The other day I published one of my favorite interviews I’ve done in a while. It was with writer and photographer Matthew Christopher, the guy behind the Abandoned America series of books. We spoke about his work photographing abandoned churches and prisons and factories and so on and the decline of the “American dream.” You can read it here.
Today I’ve got two great guests. Karen Geier, who previously wrote about the mass graves found in Canada’s residential school system and the country’s continued allegiance to Nazi monuments, as well as its response to Covid, gets us up to speed on what is going on with the Canadian “truck convoy” protests.
…So, we’ve made it nice for the Nazis, we’ve fucked up our response to a once in a 100 years pandemic, and the government is “too nice” to tell these total knobs to “fuck off on ice.” Now at the tail end of the coldest month of the year, a bunch of dweebs, fortified by some of the worst sandwiches on earth, made to the tune of “O, Canada!” set off to the nation’s capital under the guise of protesting “vaccine mandates for truckers.”
There’s only one problem with that: Truckers are some of the most highly vaccinated people in the country. The Trucking Alliance estimates about 90% of truckers in Canada are vaccinated because… it’s a condition of entering the United States of America. 90% of Canada’s population live within 200 kilometers of the United States border and most of our goods are imported from our neighbors to the south. This was a non-issue from the start.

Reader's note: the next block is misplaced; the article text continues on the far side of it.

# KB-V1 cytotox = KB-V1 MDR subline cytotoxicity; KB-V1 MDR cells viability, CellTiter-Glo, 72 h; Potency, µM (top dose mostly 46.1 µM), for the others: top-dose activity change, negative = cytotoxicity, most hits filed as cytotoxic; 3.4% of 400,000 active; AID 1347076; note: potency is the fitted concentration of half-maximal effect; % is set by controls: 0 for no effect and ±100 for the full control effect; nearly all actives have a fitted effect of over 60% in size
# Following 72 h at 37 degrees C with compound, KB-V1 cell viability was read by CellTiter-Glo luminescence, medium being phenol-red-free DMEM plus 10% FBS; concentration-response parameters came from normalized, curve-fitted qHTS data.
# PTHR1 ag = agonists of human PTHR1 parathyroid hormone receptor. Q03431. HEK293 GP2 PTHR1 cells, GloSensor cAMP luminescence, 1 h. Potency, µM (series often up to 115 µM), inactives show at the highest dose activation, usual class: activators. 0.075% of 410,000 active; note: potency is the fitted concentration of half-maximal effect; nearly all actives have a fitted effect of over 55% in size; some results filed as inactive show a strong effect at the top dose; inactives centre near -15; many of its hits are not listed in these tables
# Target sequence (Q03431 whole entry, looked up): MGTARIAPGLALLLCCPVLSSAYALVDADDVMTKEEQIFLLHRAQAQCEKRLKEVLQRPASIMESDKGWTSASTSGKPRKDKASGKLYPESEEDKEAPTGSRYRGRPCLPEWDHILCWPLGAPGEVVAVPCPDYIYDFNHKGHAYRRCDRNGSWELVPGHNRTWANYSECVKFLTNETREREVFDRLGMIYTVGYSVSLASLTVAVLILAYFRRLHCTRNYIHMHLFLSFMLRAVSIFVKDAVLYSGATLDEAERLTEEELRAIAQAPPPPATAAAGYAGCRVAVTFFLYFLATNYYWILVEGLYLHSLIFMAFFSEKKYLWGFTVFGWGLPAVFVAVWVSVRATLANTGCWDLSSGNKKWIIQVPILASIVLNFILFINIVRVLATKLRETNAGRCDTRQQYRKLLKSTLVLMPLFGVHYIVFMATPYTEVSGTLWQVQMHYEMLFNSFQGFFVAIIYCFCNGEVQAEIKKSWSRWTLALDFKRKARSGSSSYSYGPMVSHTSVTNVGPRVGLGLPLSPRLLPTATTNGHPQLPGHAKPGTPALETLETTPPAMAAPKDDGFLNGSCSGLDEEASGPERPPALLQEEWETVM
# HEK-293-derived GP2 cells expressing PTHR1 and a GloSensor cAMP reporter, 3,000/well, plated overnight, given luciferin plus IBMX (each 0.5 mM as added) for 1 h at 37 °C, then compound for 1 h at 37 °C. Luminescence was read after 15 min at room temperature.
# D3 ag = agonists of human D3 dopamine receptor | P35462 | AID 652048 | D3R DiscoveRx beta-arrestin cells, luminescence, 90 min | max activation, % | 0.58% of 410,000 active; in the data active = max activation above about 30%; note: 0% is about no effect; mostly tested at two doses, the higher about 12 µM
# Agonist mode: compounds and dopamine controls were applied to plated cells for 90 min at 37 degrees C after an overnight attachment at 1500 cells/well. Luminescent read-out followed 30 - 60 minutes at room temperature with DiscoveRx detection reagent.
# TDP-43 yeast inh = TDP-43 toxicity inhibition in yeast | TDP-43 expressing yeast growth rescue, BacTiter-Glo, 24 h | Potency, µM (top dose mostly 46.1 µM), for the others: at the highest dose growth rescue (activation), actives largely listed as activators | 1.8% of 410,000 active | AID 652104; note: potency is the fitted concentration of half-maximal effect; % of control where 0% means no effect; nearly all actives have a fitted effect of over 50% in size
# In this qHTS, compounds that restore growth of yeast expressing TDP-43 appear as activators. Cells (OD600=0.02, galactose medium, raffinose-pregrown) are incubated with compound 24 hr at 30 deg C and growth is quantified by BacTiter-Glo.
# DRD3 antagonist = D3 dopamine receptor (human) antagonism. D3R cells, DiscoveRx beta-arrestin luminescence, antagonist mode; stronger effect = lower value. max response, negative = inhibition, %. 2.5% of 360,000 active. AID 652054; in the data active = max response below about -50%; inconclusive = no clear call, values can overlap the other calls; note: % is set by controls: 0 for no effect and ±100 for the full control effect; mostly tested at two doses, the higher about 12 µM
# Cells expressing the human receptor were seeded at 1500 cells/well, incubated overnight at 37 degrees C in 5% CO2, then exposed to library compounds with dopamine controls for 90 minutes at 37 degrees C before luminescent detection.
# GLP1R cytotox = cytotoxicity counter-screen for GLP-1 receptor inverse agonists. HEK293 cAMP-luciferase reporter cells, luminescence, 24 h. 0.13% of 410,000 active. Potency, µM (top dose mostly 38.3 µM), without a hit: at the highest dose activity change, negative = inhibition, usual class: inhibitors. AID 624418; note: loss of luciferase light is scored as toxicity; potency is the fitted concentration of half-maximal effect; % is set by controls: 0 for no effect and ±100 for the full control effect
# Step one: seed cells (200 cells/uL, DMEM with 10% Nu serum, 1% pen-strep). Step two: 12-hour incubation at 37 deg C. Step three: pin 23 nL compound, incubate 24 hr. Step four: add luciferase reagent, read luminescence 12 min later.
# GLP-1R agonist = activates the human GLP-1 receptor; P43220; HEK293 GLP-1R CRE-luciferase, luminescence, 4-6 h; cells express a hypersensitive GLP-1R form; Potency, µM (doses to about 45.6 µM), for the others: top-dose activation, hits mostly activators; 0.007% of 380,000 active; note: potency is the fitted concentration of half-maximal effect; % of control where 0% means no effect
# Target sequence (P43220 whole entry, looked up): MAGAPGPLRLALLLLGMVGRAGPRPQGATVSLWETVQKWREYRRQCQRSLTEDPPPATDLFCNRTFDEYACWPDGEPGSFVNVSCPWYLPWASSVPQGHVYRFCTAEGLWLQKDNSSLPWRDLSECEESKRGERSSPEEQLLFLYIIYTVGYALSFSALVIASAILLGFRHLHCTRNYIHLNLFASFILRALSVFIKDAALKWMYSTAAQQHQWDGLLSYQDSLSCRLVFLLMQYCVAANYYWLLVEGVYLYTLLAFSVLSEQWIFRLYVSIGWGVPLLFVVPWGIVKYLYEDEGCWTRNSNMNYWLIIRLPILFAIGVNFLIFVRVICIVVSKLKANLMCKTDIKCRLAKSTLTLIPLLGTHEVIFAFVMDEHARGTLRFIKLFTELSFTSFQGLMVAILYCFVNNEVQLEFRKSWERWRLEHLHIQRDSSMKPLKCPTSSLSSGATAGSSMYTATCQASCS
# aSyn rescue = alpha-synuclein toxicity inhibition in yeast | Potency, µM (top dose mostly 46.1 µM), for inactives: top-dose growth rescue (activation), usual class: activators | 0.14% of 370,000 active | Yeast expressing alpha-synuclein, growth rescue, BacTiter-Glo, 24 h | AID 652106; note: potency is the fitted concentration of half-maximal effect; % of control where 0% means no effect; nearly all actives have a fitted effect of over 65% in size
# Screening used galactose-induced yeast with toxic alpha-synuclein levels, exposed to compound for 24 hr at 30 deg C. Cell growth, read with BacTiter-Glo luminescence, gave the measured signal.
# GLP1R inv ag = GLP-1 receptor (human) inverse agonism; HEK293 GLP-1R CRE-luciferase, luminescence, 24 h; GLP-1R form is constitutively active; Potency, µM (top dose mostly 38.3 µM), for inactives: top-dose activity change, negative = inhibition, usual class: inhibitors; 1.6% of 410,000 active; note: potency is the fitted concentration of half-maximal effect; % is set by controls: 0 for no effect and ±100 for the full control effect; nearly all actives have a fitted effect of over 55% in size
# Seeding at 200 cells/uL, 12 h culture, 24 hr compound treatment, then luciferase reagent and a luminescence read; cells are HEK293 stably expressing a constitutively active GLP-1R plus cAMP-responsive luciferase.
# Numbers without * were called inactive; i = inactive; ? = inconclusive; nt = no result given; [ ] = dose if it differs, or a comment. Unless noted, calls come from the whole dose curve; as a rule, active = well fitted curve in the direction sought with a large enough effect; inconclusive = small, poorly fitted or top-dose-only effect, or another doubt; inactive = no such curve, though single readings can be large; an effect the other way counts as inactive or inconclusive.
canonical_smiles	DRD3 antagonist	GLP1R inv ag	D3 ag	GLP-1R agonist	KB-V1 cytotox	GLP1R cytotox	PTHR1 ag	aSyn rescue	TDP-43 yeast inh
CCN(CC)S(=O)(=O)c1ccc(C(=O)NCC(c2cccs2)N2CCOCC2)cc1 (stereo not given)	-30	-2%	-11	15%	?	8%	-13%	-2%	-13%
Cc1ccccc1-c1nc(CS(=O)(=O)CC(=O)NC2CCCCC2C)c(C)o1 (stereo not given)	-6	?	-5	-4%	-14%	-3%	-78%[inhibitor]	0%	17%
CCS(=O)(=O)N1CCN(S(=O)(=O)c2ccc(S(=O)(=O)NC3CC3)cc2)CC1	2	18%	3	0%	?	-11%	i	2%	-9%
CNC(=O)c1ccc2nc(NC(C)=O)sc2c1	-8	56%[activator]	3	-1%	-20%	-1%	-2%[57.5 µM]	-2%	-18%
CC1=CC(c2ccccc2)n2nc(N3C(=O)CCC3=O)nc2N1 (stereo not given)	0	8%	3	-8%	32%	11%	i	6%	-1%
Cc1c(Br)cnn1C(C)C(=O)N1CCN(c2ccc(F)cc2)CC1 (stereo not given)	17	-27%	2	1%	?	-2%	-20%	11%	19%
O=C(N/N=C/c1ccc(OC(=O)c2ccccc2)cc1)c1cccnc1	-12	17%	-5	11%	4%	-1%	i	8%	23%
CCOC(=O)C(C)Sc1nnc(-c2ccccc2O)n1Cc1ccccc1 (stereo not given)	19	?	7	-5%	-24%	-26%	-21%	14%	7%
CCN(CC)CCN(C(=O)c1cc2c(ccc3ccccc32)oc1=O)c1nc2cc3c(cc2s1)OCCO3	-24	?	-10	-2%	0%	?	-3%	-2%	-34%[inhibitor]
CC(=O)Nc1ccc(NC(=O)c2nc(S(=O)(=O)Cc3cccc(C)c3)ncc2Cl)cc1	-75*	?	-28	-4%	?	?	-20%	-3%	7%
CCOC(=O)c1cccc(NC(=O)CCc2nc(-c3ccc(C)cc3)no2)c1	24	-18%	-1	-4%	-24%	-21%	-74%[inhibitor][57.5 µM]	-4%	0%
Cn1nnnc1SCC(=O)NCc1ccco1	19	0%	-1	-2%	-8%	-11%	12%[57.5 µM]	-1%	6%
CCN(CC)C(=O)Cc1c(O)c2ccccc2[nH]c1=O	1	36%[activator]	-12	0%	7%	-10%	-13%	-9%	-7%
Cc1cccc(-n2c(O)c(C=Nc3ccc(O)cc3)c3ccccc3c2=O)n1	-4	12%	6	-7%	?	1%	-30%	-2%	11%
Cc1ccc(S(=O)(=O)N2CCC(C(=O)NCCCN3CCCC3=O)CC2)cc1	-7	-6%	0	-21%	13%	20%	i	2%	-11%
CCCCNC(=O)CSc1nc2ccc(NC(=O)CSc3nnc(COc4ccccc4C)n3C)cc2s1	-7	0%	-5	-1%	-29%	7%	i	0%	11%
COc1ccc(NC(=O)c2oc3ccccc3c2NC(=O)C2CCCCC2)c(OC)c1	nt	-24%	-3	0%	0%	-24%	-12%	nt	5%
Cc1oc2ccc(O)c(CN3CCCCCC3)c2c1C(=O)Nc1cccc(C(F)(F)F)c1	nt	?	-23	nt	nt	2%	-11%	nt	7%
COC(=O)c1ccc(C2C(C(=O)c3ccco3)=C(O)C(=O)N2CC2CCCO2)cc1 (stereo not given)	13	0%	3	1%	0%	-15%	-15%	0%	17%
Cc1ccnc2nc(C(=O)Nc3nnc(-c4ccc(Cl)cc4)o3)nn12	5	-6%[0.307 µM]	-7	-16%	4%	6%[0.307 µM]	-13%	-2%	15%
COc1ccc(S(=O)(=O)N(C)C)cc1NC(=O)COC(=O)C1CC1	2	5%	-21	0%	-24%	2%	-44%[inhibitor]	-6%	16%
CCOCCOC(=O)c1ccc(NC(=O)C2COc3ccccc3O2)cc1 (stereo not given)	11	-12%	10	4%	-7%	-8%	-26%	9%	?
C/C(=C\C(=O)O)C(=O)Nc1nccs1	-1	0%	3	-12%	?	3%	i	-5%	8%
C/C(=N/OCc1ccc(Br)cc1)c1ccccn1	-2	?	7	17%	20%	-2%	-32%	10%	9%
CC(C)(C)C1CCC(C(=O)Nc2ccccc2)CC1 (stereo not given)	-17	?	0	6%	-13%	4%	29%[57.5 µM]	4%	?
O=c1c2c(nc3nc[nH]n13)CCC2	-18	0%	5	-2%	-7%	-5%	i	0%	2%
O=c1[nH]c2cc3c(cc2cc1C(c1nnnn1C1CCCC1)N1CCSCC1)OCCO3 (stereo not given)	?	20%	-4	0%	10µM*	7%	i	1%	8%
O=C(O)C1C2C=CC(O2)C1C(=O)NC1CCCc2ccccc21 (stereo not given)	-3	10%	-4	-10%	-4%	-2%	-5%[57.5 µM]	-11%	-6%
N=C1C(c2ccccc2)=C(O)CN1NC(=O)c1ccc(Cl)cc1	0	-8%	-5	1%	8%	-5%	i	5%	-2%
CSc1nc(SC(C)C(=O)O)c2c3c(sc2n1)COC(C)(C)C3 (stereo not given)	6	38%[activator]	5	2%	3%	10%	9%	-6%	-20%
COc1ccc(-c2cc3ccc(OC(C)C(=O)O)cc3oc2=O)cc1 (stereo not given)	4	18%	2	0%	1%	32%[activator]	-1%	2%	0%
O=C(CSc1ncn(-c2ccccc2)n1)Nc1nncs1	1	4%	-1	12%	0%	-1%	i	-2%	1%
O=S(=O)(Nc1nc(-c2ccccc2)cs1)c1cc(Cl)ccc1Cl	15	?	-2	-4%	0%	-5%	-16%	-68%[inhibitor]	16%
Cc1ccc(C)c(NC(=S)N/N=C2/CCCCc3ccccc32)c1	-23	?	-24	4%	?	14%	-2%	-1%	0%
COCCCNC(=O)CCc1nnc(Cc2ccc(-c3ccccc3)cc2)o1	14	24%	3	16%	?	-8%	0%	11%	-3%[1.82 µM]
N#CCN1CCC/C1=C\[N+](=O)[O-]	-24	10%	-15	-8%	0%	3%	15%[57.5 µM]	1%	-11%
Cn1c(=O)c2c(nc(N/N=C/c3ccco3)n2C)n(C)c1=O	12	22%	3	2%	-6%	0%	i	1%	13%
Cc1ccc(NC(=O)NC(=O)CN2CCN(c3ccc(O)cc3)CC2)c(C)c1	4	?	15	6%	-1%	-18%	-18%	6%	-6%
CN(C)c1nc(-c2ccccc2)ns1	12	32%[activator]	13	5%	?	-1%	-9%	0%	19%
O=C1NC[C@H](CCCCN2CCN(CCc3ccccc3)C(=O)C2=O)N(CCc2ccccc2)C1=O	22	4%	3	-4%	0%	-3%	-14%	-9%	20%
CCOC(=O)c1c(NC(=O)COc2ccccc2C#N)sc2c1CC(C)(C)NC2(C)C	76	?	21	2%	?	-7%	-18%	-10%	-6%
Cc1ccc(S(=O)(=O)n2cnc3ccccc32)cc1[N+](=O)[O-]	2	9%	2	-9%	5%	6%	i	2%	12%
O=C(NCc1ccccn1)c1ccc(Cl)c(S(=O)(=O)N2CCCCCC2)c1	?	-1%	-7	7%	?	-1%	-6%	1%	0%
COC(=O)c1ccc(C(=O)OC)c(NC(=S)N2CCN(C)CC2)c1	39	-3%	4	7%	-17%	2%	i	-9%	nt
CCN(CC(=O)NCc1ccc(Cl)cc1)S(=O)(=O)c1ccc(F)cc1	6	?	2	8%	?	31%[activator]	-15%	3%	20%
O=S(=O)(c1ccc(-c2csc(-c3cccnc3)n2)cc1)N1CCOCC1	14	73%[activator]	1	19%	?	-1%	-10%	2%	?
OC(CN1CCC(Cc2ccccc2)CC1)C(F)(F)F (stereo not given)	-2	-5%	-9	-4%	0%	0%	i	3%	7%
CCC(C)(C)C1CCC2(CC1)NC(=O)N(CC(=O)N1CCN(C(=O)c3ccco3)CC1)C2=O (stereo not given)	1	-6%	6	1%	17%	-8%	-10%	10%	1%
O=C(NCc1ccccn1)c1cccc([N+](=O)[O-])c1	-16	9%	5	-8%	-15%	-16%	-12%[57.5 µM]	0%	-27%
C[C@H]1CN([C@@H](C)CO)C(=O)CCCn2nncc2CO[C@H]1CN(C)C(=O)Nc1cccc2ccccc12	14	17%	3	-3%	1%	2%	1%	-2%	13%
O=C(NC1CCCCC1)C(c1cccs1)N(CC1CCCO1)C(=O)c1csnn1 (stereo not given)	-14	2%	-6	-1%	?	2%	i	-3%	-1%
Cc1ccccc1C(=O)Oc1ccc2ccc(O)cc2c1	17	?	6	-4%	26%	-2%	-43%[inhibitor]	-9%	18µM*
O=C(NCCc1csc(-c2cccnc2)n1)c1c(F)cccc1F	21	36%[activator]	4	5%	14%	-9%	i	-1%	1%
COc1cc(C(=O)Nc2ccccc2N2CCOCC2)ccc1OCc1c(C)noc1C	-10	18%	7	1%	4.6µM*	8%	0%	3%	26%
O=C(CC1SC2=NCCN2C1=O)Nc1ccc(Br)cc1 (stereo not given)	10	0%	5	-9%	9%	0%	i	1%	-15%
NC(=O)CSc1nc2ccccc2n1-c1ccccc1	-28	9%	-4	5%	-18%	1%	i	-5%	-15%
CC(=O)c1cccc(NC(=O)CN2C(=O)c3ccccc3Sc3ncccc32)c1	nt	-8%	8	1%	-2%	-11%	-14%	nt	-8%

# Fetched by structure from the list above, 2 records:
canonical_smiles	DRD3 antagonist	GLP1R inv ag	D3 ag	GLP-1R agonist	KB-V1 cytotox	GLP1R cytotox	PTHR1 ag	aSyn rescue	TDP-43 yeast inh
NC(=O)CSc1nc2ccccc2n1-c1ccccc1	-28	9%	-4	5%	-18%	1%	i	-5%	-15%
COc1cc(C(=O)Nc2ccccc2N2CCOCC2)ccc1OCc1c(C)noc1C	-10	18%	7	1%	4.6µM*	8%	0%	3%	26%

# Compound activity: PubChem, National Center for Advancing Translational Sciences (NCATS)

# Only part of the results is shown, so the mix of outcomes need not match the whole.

Then Rax King writes on the ten year anniversary of an amazing, beloved, and misunderstood album, Lana Del Rey’s Born to Die. Previously I published an excerpt from her really good recent book Tacky on the band Creed.
I have said little about Del Rey’s actual music, ostensibly the thing I love about her. (That thing is certainly not her public self, Jesus Christ. At the very least she’s guilty of putting her foot repeatedly and churlishly in her mouth, at worst of racism and mid-pandemic thoughtlessness.) What is there to say that scores of critics haven’t said better? Well, I’ll try: her voice sounds the way a cup of Valrhona drinking chocolate tastes. Listen to “Video Games” now; it will literally warm you. The arrangements on Born to Die can lack in dynamism, but in standout songs like “Born to Die” and “Radio,” they’re the ideal wall of sound for the Spring Breakers generation. Del Rey made both woozy romanticism and its subsequent nihilism so fun. She dies a lot in those early music videos. She’s abject in them, begging, mewling, crawling, or else so deadpan as to unsettle. The effect is as if the video in The Ring was made by your high school’s most stylish D student.
That one is for paid subscribers only. Here’s a 20% off coupon if you’d like to check it out. Thanks for reading and for your support.